As long as Gore is healthy and his usually productive self, I think Coffee would have to break long runs when given opportunities to siphon significant carries in the No. 2 role.

49ers: Cutdown analysis

September, 5, 2009
9/05/09
5:40
PM ET

Posted by ESPN.com's Mike Sando


Biggest surprise: The 49ers kept only four running backs, two tight ends and eight offensive linemen on the initial cutdown to 53 players, suggesting the team will consider adding players at those positions. This is a power running team, after all. The decision to release both Bear Pascoe and J.J. Finley was a bit of surprise. One of them was expected to serve as the third tight end. Undrafted free agent Diyral Briggs earned a spot at linebacker, edging out Jay Moore. Fullback Brit Miller, running back Kory Sheets and receiver Dominique Zeigler had made positive impressions with fans, but none enjoyed strong roster security. Their releases were not surprising in that context. Coach Mike Singletary had said the 49ers faced few significant roster decisions heading into the final exhibition game. The team did not cut any big-name players.

No-brainers: The 49ers' cut list ran 20 deep and also featured tackle Jacob Bender, tackle Alex Boone, receiver Dobson Collins, defensive end Pannel Egboh, cornerback Eric Green, guard Kyle Howard, cornerback Terrail Lambert, defensive lineman Khalif Mitchell, receiver Maurice Price, fullback Bill Rentmeester, linebacker Justin Roland, offensive lineman Matt Spanos, tackle Joe Toledo and linebacker Mark Washington.

What's next: The 49ers could use a veteran offensive tackle after Marvel Smith retired. They will presumably scan the waiver wire for a fullback. The team will also likely want to add a third tight end.

Practice-squad report: 49ers

August, 21, 2009
8/21/09
11:29
AM ET
49ers eligible for
practice squad
Pos. Perceived Status
Terrail Lambert
DB
Likely cut
Reggie Smith
DB
Keeper
Curtis Taylor
DB
Likely cut
Carlos Thomas
DB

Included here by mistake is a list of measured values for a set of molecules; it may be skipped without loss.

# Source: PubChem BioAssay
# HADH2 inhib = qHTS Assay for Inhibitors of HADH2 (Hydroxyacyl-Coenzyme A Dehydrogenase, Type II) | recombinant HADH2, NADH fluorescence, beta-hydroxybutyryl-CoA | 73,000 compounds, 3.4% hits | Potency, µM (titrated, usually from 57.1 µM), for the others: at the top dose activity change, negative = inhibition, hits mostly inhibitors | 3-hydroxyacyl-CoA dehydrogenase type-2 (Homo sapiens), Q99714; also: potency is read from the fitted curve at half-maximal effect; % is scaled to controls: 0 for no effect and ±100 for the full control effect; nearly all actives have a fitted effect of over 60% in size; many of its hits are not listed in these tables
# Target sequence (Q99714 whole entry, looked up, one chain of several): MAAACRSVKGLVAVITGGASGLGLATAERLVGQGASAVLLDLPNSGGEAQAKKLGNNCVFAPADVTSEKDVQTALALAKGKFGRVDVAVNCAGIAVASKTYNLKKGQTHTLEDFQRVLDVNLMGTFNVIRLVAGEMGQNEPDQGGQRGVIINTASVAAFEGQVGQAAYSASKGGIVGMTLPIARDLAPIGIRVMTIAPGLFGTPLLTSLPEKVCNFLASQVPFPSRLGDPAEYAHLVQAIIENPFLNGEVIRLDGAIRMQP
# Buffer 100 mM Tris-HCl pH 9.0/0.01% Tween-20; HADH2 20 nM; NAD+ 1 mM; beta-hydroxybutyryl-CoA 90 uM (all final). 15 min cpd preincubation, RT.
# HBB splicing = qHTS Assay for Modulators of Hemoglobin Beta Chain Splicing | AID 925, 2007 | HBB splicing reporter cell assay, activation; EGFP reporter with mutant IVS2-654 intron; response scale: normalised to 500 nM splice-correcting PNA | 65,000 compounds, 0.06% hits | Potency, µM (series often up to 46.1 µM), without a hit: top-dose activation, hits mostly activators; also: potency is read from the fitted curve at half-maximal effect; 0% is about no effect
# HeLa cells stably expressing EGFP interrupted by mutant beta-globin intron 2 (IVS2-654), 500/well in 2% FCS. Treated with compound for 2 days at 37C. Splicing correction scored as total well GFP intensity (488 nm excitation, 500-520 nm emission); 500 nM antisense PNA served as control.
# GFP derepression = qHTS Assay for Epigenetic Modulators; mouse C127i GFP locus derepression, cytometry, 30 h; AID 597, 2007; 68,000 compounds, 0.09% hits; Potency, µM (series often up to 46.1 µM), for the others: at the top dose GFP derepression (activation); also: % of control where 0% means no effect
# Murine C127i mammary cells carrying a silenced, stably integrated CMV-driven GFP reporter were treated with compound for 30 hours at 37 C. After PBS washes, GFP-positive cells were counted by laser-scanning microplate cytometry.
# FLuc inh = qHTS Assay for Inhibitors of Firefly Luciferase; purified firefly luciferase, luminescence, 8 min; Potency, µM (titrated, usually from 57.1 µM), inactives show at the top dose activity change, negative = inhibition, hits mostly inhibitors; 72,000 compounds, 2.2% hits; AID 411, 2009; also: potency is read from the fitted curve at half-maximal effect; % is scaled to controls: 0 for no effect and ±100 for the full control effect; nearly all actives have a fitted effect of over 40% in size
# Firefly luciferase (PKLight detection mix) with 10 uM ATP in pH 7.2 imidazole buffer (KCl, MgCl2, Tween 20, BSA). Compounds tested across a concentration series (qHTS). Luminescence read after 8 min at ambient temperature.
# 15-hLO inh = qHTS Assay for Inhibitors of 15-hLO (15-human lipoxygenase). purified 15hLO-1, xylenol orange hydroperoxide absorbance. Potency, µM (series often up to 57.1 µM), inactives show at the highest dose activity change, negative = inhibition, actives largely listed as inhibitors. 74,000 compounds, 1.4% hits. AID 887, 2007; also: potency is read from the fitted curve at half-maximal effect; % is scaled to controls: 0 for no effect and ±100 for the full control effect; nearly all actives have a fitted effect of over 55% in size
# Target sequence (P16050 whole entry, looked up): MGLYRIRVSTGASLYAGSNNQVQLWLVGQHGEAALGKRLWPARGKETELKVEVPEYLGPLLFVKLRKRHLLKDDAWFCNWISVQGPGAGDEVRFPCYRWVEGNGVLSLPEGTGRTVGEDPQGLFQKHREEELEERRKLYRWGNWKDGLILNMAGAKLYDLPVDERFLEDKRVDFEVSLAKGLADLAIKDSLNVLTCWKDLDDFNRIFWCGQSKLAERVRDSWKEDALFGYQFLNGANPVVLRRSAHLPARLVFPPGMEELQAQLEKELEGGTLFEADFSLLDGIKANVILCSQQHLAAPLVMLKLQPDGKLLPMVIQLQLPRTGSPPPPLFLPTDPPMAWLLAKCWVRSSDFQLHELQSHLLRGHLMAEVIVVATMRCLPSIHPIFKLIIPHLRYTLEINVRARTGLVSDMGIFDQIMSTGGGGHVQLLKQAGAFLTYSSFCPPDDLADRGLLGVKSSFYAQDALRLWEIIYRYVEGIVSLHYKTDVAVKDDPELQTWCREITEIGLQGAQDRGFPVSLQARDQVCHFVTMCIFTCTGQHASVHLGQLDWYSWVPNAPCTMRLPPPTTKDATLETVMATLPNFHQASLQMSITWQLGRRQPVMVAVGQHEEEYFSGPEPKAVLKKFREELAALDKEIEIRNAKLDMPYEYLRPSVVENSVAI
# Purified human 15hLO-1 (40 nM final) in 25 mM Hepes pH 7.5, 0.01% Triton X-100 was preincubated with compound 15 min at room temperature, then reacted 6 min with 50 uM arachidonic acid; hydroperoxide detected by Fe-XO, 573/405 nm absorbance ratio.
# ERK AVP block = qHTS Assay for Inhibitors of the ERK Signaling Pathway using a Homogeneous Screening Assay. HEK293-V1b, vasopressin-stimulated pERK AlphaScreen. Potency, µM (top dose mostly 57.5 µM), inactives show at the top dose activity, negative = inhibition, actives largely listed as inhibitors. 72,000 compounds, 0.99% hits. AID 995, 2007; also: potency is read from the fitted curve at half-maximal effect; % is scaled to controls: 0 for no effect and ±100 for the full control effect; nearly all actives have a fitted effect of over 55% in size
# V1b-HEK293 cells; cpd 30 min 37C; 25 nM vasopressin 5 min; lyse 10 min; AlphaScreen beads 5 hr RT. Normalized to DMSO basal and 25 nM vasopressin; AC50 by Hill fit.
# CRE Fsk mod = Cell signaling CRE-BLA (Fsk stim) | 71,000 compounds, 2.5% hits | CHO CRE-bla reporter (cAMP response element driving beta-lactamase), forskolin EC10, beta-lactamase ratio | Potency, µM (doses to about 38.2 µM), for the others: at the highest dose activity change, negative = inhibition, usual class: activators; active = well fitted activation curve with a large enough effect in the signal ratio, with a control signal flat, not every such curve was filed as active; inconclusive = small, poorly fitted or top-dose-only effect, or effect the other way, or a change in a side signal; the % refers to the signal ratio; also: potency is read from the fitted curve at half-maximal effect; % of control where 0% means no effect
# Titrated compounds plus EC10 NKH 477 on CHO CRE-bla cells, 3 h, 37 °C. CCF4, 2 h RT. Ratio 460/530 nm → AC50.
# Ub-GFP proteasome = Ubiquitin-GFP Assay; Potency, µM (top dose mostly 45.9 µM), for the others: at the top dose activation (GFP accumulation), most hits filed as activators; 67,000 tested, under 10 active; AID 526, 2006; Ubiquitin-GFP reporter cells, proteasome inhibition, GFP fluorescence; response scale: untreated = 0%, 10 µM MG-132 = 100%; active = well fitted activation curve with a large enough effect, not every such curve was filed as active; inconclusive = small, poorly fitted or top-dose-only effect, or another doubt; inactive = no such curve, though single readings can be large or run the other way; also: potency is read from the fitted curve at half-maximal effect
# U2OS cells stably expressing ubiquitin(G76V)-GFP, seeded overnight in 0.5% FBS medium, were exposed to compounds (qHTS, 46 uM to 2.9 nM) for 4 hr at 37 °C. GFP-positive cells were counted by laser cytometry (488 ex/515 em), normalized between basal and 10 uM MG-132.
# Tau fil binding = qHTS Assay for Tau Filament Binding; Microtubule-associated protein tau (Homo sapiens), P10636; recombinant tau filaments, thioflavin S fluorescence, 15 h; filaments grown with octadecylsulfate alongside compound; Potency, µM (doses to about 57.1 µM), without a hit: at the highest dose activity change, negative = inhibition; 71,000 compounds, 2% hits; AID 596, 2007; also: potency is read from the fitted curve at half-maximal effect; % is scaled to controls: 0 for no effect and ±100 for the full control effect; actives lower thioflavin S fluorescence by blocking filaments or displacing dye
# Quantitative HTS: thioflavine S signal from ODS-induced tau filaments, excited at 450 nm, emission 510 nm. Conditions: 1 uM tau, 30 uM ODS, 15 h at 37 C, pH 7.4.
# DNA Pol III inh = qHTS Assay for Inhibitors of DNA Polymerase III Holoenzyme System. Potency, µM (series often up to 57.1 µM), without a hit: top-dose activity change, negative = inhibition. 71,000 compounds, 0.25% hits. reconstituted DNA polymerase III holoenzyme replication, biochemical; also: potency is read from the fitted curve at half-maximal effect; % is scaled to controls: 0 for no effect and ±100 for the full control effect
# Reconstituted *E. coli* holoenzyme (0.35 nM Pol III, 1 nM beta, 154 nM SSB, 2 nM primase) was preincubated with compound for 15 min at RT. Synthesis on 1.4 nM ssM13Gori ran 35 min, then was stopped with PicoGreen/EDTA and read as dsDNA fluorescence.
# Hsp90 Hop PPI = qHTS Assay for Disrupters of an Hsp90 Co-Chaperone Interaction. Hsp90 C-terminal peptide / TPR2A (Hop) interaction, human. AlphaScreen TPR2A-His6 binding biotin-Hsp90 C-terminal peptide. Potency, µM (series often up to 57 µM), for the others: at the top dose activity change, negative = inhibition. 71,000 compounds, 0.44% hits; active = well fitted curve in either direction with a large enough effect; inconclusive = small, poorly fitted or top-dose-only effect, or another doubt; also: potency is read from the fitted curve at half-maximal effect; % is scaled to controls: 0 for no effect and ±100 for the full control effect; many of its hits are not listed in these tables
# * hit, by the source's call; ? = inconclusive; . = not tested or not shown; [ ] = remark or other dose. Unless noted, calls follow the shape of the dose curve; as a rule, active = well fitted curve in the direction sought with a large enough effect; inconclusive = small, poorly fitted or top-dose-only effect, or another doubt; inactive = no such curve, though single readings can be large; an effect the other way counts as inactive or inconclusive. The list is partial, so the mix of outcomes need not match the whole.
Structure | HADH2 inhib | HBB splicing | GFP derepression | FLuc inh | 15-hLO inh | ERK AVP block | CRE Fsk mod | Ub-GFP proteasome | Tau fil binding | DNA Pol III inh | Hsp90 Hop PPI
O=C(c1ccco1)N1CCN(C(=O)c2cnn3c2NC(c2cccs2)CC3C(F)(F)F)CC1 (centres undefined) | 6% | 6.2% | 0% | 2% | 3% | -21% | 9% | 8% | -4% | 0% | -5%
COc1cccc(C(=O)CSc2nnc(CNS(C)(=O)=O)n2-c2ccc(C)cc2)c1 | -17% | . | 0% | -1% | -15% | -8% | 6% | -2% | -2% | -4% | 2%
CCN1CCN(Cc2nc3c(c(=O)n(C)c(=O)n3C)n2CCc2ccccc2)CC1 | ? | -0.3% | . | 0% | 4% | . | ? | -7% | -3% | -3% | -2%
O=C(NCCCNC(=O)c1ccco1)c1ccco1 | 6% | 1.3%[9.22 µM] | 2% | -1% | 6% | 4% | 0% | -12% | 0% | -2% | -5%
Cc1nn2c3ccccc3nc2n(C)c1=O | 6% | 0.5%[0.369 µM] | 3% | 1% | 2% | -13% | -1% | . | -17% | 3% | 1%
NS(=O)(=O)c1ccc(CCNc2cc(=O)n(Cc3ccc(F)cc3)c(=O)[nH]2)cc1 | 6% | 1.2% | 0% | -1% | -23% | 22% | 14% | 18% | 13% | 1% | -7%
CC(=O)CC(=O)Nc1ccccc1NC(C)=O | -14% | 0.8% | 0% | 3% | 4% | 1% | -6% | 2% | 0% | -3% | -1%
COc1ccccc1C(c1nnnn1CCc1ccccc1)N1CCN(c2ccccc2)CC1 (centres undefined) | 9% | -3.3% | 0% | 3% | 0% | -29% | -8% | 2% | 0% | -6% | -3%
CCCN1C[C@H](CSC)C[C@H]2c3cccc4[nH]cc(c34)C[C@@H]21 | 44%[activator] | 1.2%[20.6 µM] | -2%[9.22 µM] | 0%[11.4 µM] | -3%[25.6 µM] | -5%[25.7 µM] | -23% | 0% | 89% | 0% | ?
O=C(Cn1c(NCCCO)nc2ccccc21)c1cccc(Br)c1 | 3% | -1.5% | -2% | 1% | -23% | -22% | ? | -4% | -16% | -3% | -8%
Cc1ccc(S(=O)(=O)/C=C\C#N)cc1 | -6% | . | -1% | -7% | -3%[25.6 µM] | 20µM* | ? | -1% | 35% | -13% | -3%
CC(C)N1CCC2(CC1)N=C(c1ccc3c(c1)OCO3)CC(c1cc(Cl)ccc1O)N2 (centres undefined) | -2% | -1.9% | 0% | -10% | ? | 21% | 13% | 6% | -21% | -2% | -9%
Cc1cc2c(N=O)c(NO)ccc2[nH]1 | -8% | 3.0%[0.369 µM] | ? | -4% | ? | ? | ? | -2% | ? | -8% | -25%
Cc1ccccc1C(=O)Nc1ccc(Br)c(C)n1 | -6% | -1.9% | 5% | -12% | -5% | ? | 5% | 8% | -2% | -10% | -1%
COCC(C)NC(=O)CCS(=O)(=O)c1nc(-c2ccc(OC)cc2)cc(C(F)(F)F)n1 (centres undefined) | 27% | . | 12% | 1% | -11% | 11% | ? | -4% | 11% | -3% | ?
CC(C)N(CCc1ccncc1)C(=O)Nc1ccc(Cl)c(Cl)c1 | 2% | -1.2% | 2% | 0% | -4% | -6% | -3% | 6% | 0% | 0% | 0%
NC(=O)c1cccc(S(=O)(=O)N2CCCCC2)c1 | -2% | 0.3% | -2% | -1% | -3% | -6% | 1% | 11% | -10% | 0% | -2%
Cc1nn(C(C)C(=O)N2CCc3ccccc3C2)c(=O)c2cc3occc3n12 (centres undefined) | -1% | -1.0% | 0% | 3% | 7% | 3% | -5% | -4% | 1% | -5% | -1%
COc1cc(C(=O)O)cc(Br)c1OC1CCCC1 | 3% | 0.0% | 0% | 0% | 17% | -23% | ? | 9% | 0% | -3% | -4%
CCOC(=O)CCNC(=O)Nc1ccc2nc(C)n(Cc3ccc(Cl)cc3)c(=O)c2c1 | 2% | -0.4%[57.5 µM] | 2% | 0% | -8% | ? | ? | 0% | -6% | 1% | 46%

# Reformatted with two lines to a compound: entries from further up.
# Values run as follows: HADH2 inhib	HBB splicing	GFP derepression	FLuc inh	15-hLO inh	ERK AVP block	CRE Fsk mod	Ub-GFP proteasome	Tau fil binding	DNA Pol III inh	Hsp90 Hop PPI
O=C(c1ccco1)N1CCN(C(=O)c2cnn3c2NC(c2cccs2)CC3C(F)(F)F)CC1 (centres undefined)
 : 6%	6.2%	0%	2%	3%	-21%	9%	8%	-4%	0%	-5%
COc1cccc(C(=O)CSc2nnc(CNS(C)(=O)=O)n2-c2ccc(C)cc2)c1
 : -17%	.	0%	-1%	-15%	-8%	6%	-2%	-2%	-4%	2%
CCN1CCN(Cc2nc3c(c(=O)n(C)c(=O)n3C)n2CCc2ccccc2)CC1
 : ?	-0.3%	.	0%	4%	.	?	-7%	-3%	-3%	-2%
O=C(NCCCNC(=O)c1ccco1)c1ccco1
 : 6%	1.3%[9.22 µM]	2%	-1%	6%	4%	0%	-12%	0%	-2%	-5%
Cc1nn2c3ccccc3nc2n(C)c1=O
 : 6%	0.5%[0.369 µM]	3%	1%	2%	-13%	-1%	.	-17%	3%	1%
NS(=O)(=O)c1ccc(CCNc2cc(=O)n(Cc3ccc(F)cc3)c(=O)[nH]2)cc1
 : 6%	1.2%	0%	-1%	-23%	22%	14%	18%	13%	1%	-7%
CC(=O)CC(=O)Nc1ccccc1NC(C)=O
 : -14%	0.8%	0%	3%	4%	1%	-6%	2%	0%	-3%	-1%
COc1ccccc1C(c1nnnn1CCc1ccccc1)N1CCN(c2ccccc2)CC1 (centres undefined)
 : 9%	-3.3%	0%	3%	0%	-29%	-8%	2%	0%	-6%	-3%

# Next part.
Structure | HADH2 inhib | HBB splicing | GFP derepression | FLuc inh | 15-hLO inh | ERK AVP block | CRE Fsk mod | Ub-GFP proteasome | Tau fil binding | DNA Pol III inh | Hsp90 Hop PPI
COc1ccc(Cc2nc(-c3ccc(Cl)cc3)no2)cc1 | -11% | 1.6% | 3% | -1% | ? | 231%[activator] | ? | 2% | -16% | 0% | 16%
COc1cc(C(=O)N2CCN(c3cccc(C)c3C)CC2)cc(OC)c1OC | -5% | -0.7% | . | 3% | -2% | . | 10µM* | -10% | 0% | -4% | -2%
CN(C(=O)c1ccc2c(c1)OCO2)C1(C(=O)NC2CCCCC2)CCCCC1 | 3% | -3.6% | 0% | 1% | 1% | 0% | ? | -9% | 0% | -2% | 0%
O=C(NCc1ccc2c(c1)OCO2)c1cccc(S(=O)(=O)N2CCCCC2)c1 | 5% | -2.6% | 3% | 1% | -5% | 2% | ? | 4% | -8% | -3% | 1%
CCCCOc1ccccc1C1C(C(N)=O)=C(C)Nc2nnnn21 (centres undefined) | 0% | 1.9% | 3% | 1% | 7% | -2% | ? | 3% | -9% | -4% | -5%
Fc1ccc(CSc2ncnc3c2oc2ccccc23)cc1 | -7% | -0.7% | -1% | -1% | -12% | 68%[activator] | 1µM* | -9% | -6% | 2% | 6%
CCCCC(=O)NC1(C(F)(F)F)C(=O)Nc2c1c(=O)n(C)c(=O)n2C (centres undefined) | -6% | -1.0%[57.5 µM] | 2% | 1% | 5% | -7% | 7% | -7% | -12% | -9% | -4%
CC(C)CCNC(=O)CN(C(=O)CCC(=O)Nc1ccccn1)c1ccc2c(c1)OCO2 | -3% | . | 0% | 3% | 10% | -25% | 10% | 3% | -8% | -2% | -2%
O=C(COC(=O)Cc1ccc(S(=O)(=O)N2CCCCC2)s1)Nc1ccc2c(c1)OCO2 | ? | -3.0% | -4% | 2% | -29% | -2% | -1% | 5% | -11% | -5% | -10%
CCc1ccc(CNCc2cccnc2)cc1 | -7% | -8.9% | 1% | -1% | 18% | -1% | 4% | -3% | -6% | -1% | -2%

Likely cut
Jahi Word-Daniels
DB
Likely cut
Pannel Egboh
DL
Likely cut
Ricky Jean-Francois
DL
Bubble
Khalif Mitchell
DL
Bubble
Diyral Briggs
LB
Likely cut
Scott McKillop
LB
Keeper
Jay Moore
LB
Bubble
Justin Roland
LB
Likely cut
Mark Washington
LB
Likely cut
Brit Miller
FB
Bubble
Matt Spanos
OL
Likely cut
Cody Wallace
OL
Keeper
Jacob Bender
OL
Likely cut
Kyle Howard
OL
Likely cut
Alex Boone
OL
Bubble
Joe Toledo
OL
Likely cut
Nate Davis
QB
Bubble
Glen Coffee
RB
Keeper
Bill Rentmeester
RB
Bubble
Kory Sheets
RB
Likely cut
Alex Romero
ST
Likely cut
J.J. Finley
TE
Likely cut
Bear Pascoe
TE
Keeper
Mark Bradford
WR
Likely cut
Dobson Collins
WR
Likely cut
Maurice Price
WR
Likely cut
Dominique Zeigler
WR
Bubble

Posted by ESPN.com's Mike Sando

The quarterback race between Shaun Hill and Alex Smith commands much 49ers-related attention.

The race for the No. 3 job behind them deserves some attention. Veteran Damon Huard has a 15-12 record as an NFL starter. He provides value as an experienced backup. The team also wants to develop fifth-round rookie quarterback Nate Davis.

What to do?

Davis is a project. He will not help the 49ers this season. The question becomes whether another team would sign him to its 53-man roster if the 49ers waived Davis and tried to sign him to their practice squad.

As noted, NFL teams selected 19 quarterbacks in the fifth round from the 2000 through 2008 drafts. Eighteen earned opening-day spots on 53-man rosters as rookies. The Steelers' Omar Jacobs was an exception in 2006, the year Ben Roethlisberger opened on the bench following a motorcycle accident.

The factors that pushed down Davis in the draft -- notably a learning disability that the 49ers see as overstated -- still exist. If teams fear Davis might struggle to learn their system -- and for the sake of this discussion, it doesn't matter if such fears are justified -- the 49ers might have an easier time getting
Davis onto their practice squad.

What would you do?

The chart shows all 31 current 49ers players with eligibility, arranged by position. I left first-round choice Michael Crabtree off the chart because he has not signed with the team.

NFL teams must reduce rosters from 80 to 75 players Sept. 1. They must reduce to 53 players Sept. 5. They can begin forming eight-man practice squads Sept. 6 at noon ET.